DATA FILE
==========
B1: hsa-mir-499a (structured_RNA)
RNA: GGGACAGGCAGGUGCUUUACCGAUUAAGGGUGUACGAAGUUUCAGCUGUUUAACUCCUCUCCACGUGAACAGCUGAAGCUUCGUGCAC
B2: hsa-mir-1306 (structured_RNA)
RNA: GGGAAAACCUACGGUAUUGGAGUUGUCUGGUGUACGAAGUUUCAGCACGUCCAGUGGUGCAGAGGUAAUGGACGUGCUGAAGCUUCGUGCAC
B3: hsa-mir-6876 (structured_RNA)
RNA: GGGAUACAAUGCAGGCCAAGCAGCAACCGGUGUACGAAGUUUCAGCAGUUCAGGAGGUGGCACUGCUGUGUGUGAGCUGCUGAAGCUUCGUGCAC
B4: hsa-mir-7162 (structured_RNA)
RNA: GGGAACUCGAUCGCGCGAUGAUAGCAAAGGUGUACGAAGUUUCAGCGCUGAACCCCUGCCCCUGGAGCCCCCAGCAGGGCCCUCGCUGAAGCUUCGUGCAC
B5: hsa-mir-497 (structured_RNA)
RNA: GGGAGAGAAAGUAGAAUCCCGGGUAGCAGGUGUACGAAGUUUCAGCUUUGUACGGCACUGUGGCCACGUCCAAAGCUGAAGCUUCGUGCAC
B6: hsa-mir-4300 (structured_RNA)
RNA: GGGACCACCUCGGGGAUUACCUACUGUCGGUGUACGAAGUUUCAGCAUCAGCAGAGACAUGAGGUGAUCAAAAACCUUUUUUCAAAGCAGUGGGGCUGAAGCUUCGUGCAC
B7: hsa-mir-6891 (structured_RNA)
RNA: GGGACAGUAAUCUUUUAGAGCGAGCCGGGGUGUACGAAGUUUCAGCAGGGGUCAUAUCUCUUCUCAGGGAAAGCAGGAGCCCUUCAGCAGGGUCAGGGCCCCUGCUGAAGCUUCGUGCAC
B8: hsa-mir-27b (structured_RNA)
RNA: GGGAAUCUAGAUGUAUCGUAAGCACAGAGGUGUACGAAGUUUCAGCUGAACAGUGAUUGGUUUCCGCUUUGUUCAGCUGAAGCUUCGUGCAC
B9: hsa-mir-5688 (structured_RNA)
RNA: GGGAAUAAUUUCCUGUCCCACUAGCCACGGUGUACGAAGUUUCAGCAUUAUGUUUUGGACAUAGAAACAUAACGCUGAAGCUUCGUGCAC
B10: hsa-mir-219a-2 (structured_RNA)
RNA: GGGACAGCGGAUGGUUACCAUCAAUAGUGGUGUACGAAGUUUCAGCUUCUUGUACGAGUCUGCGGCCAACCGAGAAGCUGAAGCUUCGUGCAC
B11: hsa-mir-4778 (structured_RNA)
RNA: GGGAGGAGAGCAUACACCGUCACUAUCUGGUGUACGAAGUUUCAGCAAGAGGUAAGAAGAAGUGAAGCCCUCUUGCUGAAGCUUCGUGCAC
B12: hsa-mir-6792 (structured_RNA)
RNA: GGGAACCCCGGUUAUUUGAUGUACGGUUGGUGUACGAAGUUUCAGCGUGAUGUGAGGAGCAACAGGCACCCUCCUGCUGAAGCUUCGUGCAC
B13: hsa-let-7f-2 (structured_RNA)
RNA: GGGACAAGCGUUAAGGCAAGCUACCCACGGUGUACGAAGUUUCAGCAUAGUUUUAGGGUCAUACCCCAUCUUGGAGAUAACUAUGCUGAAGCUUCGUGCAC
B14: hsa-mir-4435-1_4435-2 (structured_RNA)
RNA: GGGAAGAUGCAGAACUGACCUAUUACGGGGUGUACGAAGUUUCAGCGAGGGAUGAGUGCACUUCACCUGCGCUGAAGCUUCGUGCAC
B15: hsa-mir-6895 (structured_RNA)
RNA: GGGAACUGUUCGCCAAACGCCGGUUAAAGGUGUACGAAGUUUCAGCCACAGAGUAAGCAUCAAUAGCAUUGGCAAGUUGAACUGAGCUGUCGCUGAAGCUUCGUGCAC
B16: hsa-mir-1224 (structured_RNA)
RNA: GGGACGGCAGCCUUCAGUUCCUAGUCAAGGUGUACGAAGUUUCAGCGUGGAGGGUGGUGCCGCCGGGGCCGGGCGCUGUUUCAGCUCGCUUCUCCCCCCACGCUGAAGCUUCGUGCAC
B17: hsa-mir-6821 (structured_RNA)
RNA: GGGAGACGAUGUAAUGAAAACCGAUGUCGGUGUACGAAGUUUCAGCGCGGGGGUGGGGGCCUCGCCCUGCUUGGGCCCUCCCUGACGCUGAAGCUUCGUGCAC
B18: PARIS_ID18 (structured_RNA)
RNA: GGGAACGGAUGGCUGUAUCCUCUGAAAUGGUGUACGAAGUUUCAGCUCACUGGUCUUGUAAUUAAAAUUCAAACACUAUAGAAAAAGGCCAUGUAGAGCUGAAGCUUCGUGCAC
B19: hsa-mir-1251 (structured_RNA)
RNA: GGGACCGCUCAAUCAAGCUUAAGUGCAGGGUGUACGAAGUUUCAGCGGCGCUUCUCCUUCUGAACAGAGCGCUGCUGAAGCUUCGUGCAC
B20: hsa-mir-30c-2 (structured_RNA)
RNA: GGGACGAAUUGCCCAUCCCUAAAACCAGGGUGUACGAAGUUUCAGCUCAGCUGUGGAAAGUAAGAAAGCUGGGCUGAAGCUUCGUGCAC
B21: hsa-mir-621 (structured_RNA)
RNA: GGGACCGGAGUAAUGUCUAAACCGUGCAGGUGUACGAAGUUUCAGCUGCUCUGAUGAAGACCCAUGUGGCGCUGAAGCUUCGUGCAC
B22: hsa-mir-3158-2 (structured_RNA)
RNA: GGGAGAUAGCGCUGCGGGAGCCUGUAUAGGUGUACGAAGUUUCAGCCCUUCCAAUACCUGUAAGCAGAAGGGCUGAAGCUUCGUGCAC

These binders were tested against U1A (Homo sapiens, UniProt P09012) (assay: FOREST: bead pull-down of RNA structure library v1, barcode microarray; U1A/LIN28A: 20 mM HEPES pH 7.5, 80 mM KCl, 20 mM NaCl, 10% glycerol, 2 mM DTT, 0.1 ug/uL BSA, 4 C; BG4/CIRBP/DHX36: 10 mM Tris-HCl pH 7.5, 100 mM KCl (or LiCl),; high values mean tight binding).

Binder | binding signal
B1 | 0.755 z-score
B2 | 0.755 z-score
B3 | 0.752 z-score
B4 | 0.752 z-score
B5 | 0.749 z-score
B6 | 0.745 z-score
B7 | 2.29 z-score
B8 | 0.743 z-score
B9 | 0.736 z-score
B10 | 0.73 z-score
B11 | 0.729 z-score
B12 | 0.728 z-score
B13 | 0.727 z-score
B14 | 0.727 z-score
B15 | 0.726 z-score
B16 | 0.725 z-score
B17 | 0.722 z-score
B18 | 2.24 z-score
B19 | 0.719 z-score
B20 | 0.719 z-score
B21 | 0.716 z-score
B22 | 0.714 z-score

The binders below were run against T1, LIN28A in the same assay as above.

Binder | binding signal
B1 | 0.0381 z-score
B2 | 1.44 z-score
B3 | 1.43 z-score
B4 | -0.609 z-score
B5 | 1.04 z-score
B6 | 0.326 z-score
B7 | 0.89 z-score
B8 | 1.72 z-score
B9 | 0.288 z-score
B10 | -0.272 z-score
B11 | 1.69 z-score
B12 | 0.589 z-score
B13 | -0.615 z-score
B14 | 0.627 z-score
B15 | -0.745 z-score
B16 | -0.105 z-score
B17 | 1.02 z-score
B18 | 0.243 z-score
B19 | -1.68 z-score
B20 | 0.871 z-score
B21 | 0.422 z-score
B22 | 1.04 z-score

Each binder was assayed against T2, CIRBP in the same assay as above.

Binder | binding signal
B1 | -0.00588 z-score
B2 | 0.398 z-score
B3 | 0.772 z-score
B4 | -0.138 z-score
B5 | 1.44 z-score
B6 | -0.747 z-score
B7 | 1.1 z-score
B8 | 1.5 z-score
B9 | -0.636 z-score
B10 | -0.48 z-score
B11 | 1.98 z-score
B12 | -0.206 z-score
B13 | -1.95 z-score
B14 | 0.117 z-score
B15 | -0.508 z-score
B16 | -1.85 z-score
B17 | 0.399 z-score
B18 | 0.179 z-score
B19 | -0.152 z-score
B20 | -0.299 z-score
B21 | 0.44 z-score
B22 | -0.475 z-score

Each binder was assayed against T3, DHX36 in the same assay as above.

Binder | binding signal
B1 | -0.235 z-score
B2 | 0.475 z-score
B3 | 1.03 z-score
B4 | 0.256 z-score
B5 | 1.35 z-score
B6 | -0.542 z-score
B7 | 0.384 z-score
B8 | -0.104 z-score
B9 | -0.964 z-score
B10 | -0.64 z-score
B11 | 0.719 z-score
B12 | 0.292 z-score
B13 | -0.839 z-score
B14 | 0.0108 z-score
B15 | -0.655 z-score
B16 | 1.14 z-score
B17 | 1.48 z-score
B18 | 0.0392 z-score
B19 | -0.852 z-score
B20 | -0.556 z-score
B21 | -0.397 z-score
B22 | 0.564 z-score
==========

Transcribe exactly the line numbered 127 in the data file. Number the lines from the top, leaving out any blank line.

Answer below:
B9 | -0.964 z-score